The CBC recently ran a couple of articles of interest to property owners, especially if that property is lakeside.

Dandelions! Bees (and other pollinators) depend on them in the early spring. You should probably be eating them too. And without mowing or herbicides (which we know you’re not using, for your lake’s health, right?) you really can’t beat them. So why not learn to love them?

Bad news for fishing. It seems that climate change, among its other devastations, is raising the temperature of our lakes, which lowers the oxygen content, which, among other things, makes them less fish-friendly. Whether you want to catch fish, or just join them for a companionable swim, we can all agree that more is better. The problem is made worse by run-off from faulty or failing septic systems, or fertilizers (but you really aren’t using those, are you?), or a denuded shoreline that doesn’t capture excess nutrients before they enter the water. So get your septic checked regularly and naturalize your shoreline: your finny neighbours will be grateful.

Watch your wake to protect our shorelines

Did you know that boat wakes can erode our shorelines? The wave action created by boats moving at high speeds can wash away shoreline soils. Shoreline erosion damages waterfront properties and adds sediment to our lake, which can harm fish and their habitat. Please remind your friends and family to reduce their boat speed within 30 m of any shoreline. Learn more here


FOCA is very proud to launch the new Be #WakeAware campaign, together with our partners at the Muskoka Lakes Association and Safe Quiet Lakes. Boaters need to be #WakeAware to ensure ALL lake or river users are able to enjoy the water safely and sustainably. Any wake near shore can cause issues for loons, docks, shorelines, swimmers, and other small craft users. Large wake users are encouraged to take their fun to the middle of large lakes. Avoid narrow, shallow, or near-shore areas, and watch behind you to understand your wake impact. All small powerboat users can help, too, by always reducing speed to 10 km/hr or less within 30m of shore, and by getting up to plane quickly when transitioning from slow to high speed. We all have a role to play in being #WakeAware.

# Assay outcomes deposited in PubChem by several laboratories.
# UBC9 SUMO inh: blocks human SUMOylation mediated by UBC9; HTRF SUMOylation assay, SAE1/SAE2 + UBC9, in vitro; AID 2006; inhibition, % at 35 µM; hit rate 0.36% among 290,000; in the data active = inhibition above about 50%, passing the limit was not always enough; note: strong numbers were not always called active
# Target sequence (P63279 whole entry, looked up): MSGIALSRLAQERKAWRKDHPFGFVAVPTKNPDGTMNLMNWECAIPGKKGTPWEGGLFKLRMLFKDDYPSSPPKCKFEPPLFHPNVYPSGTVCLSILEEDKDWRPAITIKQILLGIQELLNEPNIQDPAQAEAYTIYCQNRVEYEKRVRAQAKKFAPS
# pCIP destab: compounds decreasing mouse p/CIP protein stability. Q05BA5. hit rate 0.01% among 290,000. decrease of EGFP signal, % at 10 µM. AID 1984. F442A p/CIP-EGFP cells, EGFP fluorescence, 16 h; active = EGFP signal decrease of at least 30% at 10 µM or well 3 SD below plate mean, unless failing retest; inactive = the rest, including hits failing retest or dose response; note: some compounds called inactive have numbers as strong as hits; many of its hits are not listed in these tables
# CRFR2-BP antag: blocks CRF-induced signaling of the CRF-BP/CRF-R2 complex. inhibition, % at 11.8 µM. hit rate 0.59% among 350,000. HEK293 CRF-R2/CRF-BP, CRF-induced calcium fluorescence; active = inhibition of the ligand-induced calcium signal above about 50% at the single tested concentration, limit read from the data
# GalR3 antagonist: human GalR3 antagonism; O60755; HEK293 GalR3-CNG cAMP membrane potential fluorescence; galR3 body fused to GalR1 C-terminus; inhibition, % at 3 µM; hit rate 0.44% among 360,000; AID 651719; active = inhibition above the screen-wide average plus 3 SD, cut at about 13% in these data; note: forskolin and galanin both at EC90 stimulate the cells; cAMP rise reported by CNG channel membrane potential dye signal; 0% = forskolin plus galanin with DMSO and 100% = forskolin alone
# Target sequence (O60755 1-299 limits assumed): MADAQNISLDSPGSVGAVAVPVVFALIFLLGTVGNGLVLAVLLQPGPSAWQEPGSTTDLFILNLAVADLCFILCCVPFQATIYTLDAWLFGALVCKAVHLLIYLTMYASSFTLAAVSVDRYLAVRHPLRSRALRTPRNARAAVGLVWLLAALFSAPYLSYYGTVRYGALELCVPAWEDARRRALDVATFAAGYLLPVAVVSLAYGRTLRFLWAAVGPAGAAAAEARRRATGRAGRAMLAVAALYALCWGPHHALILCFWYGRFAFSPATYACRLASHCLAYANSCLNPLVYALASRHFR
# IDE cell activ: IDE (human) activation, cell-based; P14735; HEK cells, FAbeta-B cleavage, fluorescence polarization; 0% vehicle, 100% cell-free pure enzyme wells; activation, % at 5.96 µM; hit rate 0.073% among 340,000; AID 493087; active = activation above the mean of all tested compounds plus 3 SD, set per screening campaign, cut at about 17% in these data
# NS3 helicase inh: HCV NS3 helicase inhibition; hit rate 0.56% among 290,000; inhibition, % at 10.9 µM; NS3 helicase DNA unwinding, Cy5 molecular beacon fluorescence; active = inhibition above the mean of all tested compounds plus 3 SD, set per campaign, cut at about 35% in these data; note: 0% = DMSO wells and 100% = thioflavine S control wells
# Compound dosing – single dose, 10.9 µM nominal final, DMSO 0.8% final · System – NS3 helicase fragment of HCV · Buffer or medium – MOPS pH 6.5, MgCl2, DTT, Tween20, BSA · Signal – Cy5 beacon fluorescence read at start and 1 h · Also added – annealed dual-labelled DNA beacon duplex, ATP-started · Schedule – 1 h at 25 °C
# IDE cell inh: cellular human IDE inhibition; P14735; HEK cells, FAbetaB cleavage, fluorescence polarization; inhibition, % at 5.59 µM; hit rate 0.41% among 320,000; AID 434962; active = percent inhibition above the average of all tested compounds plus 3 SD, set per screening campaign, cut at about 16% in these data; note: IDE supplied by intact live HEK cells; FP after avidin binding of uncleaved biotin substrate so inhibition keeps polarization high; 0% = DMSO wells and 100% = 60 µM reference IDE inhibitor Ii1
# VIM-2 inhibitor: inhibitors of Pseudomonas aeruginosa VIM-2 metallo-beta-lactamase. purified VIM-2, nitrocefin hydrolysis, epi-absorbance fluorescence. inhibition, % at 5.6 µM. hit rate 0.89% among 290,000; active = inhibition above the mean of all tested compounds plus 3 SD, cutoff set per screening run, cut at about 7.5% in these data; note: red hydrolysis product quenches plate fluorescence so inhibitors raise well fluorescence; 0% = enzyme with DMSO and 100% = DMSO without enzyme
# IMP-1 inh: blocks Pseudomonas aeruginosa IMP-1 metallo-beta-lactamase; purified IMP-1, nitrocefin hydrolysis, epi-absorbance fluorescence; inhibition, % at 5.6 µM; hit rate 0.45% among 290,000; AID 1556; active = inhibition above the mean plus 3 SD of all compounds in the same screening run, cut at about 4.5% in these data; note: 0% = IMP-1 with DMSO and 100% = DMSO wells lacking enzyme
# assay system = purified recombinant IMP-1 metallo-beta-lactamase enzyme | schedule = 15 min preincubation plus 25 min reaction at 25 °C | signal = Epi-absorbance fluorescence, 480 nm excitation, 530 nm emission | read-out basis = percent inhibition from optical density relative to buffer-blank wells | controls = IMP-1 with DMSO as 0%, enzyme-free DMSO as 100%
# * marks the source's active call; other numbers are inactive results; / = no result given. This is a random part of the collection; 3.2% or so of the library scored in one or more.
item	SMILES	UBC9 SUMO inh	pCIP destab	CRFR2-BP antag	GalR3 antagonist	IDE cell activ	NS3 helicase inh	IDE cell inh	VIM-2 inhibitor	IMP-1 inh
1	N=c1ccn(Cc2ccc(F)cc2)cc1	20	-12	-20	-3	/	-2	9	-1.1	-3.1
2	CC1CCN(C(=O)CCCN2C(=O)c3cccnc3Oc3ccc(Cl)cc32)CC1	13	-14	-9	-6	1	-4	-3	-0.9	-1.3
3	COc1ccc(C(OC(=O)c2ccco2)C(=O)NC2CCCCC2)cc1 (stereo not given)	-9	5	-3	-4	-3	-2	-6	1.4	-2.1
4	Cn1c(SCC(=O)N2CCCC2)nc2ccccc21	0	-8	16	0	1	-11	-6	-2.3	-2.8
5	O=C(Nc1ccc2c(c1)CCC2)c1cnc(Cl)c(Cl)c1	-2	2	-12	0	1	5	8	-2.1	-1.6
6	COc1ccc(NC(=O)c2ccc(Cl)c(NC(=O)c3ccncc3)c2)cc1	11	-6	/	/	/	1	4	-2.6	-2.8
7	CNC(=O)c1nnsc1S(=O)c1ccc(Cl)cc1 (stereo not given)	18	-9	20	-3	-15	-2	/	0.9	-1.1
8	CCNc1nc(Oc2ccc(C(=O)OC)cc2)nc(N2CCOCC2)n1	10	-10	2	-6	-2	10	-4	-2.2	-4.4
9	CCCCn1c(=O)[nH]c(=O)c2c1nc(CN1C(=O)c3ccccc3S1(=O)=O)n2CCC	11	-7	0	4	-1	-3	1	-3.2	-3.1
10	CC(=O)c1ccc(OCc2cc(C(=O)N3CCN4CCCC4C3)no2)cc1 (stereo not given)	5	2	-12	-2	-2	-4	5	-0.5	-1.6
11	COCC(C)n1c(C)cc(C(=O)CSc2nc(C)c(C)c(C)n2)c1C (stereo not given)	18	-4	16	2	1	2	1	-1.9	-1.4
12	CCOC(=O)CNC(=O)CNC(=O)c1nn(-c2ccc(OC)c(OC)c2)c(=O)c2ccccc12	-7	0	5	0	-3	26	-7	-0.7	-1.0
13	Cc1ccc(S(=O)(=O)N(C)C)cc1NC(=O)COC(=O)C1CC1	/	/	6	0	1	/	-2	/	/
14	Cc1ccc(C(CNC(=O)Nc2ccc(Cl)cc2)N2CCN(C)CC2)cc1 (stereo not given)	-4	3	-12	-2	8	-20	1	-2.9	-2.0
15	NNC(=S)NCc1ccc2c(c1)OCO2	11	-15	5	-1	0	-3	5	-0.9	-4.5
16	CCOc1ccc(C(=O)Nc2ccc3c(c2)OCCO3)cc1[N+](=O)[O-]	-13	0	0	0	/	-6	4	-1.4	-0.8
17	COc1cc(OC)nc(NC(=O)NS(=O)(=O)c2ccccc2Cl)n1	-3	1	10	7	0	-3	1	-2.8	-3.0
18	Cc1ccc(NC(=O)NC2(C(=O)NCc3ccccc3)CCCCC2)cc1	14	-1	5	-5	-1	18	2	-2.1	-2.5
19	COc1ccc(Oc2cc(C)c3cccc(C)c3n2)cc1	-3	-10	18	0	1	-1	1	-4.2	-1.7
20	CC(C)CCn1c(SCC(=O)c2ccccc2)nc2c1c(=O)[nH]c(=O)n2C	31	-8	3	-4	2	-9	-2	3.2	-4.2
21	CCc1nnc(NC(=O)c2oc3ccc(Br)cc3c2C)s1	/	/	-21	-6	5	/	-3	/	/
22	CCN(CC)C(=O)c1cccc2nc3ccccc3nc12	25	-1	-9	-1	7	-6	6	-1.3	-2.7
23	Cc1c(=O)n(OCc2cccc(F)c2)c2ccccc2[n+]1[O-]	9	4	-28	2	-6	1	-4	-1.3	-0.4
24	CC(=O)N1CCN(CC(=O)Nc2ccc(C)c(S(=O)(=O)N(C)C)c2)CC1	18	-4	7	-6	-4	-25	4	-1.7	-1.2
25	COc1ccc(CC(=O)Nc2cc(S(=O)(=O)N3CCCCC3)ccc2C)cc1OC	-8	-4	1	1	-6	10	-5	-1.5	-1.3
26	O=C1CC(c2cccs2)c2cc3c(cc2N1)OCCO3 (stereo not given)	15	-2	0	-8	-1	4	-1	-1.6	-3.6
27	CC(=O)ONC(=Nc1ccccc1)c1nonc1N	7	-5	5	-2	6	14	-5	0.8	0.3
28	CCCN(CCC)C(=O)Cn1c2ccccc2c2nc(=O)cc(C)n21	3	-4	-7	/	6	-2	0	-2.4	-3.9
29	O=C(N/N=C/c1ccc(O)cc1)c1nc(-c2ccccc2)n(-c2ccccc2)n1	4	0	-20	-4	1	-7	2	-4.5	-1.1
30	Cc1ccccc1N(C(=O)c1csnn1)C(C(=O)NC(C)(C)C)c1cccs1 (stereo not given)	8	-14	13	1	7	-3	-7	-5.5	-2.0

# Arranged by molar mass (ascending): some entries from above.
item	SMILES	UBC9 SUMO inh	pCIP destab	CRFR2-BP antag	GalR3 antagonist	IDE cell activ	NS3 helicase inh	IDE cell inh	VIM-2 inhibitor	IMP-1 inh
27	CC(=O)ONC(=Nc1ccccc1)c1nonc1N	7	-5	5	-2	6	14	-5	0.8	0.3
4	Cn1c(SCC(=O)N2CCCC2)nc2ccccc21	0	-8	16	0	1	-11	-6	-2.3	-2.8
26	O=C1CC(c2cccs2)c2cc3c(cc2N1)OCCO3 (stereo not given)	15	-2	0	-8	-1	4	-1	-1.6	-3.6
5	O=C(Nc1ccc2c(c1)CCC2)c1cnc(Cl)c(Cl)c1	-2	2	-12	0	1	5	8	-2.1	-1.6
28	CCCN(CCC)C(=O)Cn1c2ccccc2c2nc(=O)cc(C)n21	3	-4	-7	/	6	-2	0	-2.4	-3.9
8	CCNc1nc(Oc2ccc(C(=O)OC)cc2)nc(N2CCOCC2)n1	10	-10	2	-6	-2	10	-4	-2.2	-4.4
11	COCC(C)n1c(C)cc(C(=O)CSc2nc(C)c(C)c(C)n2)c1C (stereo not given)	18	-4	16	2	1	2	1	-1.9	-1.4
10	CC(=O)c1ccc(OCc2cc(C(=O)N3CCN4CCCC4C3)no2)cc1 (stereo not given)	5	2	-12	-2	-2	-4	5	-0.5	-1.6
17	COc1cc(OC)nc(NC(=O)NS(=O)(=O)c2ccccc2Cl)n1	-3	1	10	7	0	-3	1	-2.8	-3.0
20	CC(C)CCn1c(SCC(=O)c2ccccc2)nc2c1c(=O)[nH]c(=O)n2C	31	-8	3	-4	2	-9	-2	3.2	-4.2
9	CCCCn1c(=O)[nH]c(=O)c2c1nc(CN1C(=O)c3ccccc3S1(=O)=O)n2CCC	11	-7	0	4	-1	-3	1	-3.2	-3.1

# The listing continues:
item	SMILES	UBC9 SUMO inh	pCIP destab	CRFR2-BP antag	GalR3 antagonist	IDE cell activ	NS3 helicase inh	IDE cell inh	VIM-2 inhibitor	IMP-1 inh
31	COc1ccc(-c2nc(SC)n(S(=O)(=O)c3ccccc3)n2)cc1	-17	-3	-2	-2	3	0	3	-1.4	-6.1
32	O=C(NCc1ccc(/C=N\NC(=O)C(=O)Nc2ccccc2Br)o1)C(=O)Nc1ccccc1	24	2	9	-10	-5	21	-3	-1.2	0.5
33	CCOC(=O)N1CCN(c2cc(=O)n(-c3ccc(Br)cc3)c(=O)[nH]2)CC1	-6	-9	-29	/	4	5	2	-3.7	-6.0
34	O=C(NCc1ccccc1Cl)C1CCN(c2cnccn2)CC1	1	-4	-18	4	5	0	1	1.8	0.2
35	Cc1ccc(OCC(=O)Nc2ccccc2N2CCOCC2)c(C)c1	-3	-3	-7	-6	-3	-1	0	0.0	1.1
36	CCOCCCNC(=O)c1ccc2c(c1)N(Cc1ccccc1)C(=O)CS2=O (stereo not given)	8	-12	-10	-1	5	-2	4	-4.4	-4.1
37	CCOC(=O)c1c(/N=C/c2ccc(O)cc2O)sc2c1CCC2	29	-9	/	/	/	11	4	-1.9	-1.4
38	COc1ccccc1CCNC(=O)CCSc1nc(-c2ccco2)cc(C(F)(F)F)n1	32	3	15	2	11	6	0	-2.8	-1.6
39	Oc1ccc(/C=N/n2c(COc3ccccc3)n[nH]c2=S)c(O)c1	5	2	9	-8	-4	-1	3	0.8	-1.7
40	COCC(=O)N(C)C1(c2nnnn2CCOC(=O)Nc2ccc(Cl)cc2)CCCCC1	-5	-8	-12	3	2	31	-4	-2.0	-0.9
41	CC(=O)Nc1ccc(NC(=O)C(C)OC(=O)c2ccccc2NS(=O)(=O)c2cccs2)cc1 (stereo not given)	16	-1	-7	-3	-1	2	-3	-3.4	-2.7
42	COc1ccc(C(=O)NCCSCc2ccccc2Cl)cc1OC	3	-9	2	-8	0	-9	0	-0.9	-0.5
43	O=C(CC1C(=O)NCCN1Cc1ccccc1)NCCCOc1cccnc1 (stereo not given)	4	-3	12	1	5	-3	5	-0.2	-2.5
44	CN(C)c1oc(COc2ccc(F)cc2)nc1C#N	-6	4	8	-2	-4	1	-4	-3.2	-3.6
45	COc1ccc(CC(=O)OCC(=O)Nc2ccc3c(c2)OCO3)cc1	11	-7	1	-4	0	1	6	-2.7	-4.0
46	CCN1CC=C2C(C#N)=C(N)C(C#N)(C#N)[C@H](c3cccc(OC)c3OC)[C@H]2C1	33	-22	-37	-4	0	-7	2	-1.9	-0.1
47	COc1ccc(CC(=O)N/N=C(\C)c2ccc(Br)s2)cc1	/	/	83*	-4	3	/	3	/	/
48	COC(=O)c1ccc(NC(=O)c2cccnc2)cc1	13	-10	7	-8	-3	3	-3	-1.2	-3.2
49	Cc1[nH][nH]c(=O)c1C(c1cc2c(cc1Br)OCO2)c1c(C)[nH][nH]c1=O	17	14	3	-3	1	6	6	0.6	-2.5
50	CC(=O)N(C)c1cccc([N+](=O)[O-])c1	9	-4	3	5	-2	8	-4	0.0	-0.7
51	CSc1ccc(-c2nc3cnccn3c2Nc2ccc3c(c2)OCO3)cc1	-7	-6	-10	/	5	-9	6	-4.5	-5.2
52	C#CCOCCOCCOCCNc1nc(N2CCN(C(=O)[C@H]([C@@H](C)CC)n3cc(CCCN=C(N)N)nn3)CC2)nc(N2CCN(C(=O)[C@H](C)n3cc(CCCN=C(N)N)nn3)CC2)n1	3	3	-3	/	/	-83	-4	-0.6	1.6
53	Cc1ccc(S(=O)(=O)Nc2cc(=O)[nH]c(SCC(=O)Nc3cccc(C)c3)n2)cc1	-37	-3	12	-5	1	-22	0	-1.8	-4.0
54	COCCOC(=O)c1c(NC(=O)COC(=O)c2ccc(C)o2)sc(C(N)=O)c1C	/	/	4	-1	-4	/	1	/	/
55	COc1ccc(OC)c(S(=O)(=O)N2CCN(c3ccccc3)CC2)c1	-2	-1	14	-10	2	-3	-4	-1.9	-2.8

Do your part: Please visit the campaign webpage, share the link and #WakeAware hashtag on your own social networks, websites, and community groups, and circulate this message to everyone you know who loves the waterfront in Ontario: www.BeWakeAware.com

Learn more about boating safety

Download our informative (PDF) documents below. Your knowledge about boat safety makes our cottage community a better one.

Watching your Wake

Those of us with our pleasure craft licence studied specific rules of the water geared to safe & responsible boating; most of us are familiar with general boat safety & etiquette. We may not be as familiar with the impact of boat wake. Click here to download or view the PDF online.

Private Buoy – Signage Guide

Private Buoy – Signage Guide. Click here to download or view the PDF online.

RLCA Safe Boating Guide

RLCA Safe Boating Guide cira 2009 – Click here to download or view the PDF online.

An Owners Guide to Private Buoys

An Owners Guide to Private Buoys. Click here to download or view the PDF online.